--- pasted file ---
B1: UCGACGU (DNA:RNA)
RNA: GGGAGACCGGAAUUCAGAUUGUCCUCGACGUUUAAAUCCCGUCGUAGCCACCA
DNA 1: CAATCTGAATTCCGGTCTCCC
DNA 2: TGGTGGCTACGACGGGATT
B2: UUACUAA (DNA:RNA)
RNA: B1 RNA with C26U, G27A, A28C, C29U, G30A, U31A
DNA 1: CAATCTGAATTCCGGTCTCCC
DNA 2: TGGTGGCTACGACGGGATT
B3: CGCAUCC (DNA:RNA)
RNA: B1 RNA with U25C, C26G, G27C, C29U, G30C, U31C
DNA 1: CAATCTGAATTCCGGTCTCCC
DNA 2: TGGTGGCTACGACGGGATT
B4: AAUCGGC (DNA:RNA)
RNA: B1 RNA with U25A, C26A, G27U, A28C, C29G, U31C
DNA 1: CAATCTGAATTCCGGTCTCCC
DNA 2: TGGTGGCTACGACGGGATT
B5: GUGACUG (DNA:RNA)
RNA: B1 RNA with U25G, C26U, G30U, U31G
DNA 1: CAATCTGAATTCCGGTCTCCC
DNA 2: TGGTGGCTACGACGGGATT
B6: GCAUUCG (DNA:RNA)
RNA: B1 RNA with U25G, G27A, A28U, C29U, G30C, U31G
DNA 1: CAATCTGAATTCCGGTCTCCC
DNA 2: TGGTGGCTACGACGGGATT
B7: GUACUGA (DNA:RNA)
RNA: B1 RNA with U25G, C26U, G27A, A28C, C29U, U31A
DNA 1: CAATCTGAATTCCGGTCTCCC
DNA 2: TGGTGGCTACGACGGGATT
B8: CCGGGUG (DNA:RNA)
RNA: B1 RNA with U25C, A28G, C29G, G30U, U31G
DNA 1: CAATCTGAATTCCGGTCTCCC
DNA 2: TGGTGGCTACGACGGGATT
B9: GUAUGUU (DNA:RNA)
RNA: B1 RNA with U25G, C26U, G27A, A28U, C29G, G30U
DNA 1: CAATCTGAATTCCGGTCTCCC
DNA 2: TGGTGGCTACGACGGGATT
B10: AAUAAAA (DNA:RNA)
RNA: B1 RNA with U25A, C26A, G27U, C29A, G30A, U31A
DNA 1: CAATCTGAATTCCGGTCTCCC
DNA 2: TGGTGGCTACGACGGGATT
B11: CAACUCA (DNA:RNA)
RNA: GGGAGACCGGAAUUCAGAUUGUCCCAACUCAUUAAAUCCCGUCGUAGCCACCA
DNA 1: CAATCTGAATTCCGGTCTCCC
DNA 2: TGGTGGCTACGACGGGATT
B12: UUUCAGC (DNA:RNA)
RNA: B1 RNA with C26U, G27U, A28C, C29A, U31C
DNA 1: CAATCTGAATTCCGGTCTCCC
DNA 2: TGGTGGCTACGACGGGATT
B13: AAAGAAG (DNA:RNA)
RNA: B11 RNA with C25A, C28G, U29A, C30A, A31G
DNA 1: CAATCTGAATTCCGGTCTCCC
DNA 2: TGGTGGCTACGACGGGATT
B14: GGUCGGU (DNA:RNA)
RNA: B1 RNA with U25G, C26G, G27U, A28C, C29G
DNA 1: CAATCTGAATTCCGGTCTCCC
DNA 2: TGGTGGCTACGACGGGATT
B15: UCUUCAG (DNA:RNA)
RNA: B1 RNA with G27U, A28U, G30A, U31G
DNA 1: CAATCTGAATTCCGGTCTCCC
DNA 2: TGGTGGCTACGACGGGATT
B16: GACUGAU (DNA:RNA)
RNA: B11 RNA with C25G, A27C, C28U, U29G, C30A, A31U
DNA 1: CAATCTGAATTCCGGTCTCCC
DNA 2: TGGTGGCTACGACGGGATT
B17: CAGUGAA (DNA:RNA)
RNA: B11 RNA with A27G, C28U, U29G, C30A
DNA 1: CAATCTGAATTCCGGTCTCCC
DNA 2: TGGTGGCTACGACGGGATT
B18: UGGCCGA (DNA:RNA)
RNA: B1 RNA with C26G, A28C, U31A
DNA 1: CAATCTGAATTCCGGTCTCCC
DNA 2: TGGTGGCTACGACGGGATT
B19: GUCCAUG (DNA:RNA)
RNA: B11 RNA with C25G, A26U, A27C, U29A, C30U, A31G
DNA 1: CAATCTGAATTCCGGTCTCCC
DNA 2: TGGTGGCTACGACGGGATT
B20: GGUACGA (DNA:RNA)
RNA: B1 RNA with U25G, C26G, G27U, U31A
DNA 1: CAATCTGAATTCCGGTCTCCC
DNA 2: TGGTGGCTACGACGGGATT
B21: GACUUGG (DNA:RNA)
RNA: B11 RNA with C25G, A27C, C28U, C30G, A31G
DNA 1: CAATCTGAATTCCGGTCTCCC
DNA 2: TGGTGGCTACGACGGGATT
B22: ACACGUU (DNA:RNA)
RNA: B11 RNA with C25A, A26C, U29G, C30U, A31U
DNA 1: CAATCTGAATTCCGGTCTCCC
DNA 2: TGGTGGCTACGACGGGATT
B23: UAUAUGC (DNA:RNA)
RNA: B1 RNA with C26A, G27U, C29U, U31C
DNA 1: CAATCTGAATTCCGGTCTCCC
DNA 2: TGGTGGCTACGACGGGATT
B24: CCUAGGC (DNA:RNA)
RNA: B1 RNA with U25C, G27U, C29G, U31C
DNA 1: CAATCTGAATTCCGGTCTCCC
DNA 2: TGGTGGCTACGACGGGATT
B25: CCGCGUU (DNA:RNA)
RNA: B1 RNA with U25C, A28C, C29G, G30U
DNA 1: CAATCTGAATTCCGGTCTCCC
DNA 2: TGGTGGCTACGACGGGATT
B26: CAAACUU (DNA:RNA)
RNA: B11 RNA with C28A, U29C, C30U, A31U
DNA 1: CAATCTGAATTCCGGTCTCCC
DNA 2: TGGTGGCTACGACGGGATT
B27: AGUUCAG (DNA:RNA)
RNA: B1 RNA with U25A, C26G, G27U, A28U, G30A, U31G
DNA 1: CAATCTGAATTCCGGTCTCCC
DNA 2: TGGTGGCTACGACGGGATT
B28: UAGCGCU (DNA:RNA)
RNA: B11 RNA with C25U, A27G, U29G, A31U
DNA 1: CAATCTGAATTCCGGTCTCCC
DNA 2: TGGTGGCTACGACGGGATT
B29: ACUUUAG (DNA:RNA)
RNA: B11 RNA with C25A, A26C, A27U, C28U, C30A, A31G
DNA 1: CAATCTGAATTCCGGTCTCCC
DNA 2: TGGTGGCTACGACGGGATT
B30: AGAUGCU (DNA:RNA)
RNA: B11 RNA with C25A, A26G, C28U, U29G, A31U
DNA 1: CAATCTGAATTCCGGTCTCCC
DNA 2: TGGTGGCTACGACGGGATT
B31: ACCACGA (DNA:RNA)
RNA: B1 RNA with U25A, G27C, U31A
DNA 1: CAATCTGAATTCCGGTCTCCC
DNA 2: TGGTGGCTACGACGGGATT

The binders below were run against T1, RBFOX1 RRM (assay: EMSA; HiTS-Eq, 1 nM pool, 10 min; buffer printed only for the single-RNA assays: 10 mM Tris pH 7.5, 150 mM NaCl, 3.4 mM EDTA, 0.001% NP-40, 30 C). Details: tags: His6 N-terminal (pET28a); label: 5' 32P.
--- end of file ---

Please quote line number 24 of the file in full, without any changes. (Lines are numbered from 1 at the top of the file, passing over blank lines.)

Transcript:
DNA 2: TGGTGGCTACGACGGGATT